Playing Race Video Games Make Car Drivers Go Recklessly

I saw a recently a study that reported “those who play a lot of race video games – games where you drive fast – will also drive fast in real life”. The study explained that a great amount of those reckless drivers were also heavy consumers of video games.

That’s sounds pretty logical, but there’s a tiny problem…

You can draw a different conclusion from the study. Like… instead of saying “race video games make people drive fast” you could say “those who drive fast will start playing lots of racing video games”. In this new conclusion it’s the habit of fast driving that leads these people to play games (or the fact that these people simply like driving fast, and also like to play games where you drive fast).

This is good example where researches draw conclusions too fast. I must point out that my conclusion is not necessarily right. I’m simply saying that based on the data they showed, I could draw a different conclusion.

Believing some research only by seeing it in the news is not necessarily such a good idea.

9 thoughts on “Playing Race Video Games Make Car Drivers Go Recklessly

  1. Of course, it could just be that some people simply like driving fast — regardless of whether it is in real life or a video game.

  2. I work as an acadim teacher and have to do some research work – though I am going to quit that job because of articles like this one that are written by “scientist” just to write something to get some “science points” so they won’t be fired.

  3. I gotta admit that Gran Turismo 3 DID influence me to get a Subaru Impreza and then modify it. I also go pretty fast (when it’s safe to) and try to find the best line etc

  4. Mh, sounds a lot like a German study. Sorry for our country. Videogames have some hard times these days. Some of our politicians use this hype to promote themself. Ignoring the facts.

    Don’t count on these studies. Just ignore them. The problems are much deeper, not on the people-who-like-to-play-videogames level.

  5. I think that this is just the simple case of misinterpreting the simultaneous occurrence of two phenomena as a causality. I don’t know if the error was an accident or a conscious decision or if it was made by the reporter or the researchers. Anyway, pretty awful research reporting. There’s been so much of this kind of “the effects of playing videogames” research lately that I’ve learned to take it with a grain (large sack?) of salt. Instead of these statistical survey kinds of studies I’d like to see more in depth studies of the relationship between players and games and the interactions between them. There’s actually these kinds of studies made too, but somehow these (sometimes even politically motivated) hyped-up surface-level studies seem to get the limelight with bold but not-so-well backed up claims.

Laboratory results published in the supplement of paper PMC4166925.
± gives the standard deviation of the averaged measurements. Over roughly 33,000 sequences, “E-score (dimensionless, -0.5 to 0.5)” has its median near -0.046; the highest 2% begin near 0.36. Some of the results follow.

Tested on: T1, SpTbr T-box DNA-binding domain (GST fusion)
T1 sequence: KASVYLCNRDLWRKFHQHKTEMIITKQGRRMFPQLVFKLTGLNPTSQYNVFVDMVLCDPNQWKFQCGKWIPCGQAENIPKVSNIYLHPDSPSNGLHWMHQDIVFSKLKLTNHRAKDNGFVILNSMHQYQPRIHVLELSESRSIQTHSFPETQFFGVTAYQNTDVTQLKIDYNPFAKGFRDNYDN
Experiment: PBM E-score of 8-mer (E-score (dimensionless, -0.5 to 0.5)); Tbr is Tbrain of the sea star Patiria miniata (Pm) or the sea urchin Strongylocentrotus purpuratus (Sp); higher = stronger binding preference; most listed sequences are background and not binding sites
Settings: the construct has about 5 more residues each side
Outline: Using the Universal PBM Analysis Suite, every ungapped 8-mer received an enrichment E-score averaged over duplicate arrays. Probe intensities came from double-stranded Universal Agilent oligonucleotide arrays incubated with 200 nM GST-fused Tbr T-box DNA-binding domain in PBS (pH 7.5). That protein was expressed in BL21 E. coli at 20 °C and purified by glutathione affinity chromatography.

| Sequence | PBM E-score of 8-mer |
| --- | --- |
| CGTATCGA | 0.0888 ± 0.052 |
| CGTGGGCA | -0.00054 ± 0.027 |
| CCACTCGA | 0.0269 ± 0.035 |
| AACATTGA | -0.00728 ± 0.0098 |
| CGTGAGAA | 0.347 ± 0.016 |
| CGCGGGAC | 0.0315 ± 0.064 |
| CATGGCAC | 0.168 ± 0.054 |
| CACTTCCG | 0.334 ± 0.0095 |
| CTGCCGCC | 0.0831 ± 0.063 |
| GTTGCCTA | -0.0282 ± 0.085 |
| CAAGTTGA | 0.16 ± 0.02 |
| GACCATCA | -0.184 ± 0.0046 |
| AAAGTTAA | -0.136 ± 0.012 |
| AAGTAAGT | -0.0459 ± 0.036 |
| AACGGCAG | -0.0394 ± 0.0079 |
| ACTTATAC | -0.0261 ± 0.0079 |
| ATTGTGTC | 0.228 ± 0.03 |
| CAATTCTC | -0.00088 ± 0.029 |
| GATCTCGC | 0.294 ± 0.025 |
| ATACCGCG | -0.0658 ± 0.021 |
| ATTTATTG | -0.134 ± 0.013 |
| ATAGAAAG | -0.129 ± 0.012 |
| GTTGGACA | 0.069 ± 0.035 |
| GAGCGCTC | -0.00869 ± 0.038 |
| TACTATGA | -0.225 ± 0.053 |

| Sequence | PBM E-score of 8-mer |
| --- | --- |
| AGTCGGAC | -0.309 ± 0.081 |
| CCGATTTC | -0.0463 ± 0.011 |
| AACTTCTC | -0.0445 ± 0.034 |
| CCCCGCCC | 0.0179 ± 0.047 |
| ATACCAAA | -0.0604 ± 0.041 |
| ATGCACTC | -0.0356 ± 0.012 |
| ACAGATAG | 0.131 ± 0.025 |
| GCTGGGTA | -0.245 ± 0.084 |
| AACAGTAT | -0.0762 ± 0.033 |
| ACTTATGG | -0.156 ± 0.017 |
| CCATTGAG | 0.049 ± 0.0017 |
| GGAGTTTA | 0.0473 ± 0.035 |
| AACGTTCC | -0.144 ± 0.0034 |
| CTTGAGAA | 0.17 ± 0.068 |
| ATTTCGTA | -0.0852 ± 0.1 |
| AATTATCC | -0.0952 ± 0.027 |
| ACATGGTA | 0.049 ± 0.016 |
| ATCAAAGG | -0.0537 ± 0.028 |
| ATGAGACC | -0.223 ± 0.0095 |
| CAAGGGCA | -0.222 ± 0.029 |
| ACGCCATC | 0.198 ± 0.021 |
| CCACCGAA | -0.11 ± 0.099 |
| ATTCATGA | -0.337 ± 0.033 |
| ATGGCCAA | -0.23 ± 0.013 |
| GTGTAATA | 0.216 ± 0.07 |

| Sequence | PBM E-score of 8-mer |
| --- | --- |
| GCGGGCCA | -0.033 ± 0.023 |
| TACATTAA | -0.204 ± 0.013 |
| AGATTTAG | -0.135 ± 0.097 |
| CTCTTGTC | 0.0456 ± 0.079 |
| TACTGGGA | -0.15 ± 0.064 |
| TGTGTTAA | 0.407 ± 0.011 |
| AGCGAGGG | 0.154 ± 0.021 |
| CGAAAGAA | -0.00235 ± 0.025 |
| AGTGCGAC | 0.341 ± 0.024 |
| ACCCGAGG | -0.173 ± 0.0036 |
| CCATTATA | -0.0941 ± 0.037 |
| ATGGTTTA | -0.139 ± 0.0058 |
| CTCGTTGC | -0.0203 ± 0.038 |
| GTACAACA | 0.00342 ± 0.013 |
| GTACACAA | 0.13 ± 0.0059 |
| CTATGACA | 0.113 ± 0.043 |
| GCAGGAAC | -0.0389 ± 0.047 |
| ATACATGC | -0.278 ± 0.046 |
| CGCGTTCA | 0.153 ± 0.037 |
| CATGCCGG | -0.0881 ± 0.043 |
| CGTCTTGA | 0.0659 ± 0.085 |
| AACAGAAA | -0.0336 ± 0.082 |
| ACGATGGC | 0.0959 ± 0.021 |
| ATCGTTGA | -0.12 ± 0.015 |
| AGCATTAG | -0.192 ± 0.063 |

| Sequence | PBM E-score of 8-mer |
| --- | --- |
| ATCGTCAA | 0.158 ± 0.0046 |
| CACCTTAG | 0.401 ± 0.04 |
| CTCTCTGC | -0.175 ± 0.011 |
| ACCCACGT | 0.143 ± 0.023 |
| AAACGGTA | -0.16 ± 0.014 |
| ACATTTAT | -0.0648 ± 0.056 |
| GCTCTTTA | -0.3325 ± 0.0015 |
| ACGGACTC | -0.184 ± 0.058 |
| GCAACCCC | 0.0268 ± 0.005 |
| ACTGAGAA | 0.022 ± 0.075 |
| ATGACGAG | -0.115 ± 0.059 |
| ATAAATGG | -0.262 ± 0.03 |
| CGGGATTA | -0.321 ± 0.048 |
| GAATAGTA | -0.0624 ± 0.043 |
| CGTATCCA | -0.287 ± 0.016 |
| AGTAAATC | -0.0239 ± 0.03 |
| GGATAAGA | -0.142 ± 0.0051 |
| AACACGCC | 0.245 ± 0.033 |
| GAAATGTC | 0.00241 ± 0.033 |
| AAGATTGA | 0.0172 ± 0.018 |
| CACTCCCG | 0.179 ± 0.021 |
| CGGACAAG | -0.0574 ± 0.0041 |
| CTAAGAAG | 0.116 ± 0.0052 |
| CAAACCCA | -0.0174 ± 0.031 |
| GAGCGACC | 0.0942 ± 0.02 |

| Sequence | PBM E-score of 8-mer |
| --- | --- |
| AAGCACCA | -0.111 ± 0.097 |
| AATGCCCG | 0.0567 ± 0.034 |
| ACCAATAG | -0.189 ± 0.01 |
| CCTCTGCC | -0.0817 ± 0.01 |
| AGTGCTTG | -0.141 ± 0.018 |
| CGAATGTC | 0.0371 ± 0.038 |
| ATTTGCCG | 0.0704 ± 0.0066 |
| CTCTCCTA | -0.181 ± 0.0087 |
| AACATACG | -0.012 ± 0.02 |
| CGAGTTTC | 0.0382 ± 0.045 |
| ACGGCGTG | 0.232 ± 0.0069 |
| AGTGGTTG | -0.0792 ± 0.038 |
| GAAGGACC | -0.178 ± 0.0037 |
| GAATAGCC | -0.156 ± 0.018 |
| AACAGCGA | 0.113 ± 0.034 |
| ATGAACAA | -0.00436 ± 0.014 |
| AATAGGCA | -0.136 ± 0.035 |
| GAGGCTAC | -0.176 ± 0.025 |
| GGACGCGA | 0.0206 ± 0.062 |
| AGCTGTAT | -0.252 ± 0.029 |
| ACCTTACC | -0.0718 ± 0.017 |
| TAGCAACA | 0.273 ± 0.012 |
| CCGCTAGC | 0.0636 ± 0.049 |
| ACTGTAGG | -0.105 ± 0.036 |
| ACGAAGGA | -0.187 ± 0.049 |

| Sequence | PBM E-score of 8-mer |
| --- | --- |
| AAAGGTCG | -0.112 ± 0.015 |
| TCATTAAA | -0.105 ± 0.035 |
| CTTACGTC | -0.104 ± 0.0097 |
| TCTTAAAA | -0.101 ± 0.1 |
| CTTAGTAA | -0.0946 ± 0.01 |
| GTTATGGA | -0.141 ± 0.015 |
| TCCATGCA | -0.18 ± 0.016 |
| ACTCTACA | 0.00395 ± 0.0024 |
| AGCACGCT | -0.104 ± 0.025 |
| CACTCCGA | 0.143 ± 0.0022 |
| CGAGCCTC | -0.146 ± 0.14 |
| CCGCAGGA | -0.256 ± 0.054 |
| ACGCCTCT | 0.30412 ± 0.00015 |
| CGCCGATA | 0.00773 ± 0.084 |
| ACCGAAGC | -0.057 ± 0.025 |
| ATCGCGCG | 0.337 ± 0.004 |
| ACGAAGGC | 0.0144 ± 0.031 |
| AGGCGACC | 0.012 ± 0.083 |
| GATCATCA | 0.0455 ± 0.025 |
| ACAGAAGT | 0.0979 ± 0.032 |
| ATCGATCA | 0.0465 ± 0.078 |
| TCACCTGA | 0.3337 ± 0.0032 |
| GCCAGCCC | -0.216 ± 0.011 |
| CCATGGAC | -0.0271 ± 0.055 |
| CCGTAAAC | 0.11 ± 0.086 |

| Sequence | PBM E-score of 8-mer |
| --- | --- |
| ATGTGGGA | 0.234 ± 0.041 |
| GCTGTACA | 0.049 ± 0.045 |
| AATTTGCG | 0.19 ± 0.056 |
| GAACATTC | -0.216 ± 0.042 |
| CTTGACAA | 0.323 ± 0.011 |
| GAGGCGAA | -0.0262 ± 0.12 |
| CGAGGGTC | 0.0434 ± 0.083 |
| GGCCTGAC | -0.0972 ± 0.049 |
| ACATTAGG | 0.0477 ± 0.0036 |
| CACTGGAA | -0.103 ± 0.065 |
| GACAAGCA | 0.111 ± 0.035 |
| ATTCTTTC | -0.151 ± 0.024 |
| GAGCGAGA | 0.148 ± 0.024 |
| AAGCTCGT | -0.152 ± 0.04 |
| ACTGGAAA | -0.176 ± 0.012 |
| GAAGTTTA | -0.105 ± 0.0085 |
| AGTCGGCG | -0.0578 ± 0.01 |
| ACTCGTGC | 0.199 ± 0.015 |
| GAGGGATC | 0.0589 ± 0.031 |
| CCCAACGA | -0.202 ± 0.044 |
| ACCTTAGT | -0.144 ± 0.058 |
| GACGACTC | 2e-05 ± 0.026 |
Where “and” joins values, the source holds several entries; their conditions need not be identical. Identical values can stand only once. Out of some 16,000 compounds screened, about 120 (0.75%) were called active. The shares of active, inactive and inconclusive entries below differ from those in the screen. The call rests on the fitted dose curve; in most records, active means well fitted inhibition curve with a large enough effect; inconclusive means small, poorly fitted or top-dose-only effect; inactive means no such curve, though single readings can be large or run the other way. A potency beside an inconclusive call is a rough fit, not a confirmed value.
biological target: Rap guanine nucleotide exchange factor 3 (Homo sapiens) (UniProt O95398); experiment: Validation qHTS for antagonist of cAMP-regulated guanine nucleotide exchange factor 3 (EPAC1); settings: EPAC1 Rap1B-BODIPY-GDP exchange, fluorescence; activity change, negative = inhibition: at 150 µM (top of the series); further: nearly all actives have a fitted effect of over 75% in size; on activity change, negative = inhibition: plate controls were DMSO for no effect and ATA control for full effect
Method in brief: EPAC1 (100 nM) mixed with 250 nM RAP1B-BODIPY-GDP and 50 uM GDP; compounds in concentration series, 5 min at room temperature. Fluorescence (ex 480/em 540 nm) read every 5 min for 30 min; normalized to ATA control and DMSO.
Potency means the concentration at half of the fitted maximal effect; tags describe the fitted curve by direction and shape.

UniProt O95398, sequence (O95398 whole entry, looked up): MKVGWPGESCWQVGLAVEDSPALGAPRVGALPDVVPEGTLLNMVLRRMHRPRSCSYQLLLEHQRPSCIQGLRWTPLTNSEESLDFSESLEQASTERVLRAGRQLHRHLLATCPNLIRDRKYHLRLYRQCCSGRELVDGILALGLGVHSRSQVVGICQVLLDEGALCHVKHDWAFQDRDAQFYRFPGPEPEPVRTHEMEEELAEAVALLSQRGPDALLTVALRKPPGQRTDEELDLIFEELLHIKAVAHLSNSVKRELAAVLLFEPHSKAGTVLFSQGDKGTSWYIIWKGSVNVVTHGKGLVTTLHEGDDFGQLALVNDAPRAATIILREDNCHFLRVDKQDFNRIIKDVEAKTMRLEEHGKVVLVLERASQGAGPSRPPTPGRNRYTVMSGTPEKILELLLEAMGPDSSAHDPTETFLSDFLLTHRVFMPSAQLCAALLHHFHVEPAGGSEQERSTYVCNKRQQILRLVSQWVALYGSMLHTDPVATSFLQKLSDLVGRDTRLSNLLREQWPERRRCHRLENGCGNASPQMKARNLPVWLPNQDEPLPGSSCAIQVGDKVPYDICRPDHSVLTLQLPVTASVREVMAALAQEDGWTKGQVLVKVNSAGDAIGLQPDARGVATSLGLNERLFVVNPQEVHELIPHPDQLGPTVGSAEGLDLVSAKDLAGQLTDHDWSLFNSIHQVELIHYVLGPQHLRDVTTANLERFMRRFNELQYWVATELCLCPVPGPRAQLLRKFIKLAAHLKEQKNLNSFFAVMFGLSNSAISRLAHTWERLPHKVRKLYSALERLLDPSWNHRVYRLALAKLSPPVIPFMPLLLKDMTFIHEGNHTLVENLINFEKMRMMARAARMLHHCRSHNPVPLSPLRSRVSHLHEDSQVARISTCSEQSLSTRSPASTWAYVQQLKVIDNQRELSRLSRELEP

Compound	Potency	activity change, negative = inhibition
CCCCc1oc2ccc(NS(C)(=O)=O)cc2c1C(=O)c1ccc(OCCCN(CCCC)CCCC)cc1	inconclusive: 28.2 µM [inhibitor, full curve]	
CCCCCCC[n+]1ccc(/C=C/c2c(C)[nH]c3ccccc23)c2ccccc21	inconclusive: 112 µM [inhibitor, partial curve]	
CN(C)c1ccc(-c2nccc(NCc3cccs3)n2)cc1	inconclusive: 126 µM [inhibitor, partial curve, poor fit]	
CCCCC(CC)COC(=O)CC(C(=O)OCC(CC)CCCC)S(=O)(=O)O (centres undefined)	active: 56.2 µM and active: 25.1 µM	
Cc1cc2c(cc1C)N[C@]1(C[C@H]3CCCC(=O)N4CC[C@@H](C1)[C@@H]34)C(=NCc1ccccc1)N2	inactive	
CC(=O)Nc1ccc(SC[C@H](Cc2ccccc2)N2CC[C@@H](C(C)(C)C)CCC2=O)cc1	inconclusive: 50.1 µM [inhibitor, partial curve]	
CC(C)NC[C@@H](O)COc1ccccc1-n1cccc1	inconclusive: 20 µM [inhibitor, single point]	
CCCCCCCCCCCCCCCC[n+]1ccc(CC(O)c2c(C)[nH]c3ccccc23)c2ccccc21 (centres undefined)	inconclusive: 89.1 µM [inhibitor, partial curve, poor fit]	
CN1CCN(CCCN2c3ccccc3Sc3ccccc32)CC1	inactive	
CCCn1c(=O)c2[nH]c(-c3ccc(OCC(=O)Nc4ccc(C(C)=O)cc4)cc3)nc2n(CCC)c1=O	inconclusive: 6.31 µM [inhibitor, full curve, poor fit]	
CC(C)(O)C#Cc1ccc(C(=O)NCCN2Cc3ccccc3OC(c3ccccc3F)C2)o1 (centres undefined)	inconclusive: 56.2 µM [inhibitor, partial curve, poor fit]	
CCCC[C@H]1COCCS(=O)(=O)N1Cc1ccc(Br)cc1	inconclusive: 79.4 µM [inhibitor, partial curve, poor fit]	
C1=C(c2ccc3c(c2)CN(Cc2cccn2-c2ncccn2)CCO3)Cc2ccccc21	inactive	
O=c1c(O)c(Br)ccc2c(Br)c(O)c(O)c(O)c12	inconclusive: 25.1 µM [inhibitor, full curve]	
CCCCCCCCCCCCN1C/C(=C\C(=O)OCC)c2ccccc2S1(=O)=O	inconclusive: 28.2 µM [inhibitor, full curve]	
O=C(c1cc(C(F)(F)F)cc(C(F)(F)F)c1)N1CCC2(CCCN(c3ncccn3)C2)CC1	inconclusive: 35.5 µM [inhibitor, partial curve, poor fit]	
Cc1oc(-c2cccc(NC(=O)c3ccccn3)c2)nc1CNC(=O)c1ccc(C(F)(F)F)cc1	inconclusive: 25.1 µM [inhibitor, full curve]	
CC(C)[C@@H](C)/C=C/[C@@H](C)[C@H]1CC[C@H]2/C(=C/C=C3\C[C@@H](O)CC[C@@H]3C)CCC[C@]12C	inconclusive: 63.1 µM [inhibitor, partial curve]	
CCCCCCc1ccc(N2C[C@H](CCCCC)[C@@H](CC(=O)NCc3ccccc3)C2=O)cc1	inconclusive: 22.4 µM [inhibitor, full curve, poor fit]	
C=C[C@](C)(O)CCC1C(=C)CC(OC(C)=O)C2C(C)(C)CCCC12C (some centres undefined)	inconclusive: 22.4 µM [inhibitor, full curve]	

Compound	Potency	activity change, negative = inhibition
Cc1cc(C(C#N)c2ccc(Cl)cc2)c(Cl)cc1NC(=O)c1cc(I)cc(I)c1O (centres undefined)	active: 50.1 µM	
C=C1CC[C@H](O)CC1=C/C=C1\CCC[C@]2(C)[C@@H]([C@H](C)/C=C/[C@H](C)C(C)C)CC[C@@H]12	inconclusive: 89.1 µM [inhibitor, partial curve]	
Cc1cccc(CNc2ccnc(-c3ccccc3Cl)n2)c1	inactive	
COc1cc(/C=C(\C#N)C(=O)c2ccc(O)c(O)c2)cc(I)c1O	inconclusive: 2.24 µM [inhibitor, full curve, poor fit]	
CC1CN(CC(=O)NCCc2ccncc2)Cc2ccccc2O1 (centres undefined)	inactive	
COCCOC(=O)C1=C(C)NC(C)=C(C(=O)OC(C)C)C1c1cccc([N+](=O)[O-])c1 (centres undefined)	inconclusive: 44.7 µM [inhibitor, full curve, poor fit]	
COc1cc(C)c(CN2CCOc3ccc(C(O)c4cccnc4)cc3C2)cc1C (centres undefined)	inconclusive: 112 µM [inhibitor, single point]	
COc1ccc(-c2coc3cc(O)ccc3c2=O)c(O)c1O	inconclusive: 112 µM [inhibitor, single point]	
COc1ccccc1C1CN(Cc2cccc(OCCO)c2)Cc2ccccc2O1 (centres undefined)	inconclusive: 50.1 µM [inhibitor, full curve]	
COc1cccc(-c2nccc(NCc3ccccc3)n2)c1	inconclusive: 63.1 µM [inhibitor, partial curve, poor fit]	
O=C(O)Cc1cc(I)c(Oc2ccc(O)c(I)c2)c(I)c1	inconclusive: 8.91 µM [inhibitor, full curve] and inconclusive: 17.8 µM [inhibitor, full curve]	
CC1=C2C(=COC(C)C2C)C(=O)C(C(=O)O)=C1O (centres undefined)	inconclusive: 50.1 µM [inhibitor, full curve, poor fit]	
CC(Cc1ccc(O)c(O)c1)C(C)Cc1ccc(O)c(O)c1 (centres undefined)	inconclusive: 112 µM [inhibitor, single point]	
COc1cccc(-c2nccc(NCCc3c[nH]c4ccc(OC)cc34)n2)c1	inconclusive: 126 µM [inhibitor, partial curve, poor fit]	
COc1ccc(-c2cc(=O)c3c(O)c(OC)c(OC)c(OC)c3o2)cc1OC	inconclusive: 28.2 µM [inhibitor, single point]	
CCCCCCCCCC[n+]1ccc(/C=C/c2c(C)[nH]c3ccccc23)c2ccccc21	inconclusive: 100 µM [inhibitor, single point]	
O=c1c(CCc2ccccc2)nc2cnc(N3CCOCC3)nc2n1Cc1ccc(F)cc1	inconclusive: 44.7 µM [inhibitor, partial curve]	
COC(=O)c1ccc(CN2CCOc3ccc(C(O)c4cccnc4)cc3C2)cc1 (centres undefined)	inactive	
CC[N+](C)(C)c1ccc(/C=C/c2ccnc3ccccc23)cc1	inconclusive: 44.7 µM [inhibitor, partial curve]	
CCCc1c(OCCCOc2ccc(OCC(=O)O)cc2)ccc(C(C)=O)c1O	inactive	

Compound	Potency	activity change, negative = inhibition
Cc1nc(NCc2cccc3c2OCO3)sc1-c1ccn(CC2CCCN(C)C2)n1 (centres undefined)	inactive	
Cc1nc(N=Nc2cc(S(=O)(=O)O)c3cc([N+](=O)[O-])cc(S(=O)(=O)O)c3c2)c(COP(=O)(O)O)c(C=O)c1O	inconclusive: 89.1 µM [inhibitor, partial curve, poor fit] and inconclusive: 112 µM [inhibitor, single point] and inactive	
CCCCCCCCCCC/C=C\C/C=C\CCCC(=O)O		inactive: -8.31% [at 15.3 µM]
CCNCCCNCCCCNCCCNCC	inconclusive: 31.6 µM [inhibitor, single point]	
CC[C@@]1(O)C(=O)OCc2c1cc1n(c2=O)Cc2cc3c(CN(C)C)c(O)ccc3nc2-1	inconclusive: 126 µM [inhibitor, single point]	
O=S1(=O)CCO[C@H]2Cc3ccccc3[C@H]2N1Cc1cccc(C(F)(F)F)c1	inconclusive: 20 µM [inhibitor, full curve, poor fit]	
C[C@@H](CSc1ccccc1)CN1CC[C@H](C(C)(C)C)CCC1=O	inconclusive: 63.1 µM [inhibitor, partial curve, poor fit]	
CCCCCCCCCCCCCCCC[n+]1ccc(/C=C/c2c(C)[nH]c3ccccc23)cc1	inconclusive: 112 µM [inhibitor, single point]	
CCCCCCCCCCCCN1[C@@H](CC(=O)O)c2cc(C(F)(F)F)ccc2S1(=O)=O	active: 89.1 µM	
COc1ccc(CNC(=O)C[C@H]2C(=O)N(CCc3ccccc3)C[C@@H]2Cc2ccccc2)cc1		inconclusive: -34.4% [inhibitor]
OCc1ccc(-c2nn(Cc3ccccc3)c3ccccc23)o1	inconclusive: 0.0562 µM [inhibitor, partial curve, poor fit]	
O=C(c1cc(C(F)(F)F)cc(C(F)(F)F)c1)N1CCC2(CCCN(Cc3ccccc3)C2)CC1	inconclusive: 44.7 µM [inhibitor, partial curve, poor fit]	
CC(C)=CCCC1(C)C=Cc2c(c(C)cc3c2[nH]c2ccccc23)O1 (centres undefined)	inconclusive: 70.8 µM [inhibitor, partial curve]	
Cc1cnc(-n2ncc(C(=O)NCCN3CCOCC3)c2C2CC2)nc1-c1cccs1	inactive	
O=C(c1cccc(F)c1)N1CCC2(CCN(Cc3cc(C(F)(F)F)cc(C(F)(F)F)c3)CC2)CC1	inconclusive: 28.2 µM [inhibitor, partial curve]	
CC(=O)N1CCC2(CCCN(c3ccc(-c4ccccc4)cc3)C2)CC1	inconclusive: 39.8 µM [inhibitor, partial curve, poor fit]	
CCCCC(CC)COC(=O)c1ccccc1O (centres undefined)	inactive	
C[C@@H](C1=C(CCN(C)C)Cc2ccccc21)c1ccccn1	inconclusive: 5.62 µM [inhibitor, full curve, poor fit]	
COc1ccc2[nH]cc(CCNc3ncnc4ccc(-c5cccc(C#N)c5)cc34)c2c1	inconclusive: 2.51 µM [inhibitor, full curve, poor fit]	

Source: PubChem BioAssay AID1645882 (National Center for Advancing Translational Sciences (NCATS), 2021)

6. There is another theory that says that playing video games has a cathartic effect with regards to the actions/emotions being simulated.

    Eg – when playing an aggressive game of football in real life, you are less likely to be aggressive afterwards as you’ve theoretically purged the emotion (the desire to be aggressive) from your system.

    In this same way, some researchers believe that those who play violent video games (with guns, murder etc) are actually less likely to physically engage in activities of that nature, for example, be involved in gun related crimes. No doubt this also applies to driving games.

  7. I could swear that i had an enhanced feeling for driving bends after some long Gran Turismo session. The physics are pretty realistic.

  8. Statistics are the superstition of the modern world.

    Not that it doesn’t make them valuable (just as many superstitious beliefs of the past had a grounding in fact). But all human beings feel a need to control the uncontrollable, and having statistics to help them predict (and thereby, maybe, prevent) the horrible makes them sleep better at night.

    All that being said… back around 1989 or so I remember finding myself driving a little too fast immediately after playing the arcade game “Hard Driving” by Atari. It passed quickly, but I did find that the brain needed to do a context switch, either over time or by a conscious effort. So I believe there’s something to the study.

    But it’s still pretty meaningless. It’s like saying, “Holy cow, you tend to be more aggressive right after watching a live basketball game!” Well, DUH. This is news HOW? And what are we supposed to do about it? Put everyone in padded cells with purely neutral stimuli?

  9. Any time I see a study published that correlates behaviors with activities, I’m skeptical. I usually prefer to sum these attempts to pigeon-hole people based on their likes with the well-known saying popularized by Mark Twain: “There are three kinds of lies: lies, damned lies, and statistics.”

    I tend to disregard these types of studies – people are too complex to predict just by their likes, dislikes, and activities. Case in point: growing up I played D&D, listened to heavy metal music, had a strained relationship with my father, was ostracized by my siblings, and was raised in a very pro-gun environment. By all acounts, according to most studies of this nature, I should be the epitome of a serial killer.

    However, despite all the evidence to the contrary, I’m a well adjusted member of society who is respected in my community. Am I the exception to the rule? Doubtful.

    Kevin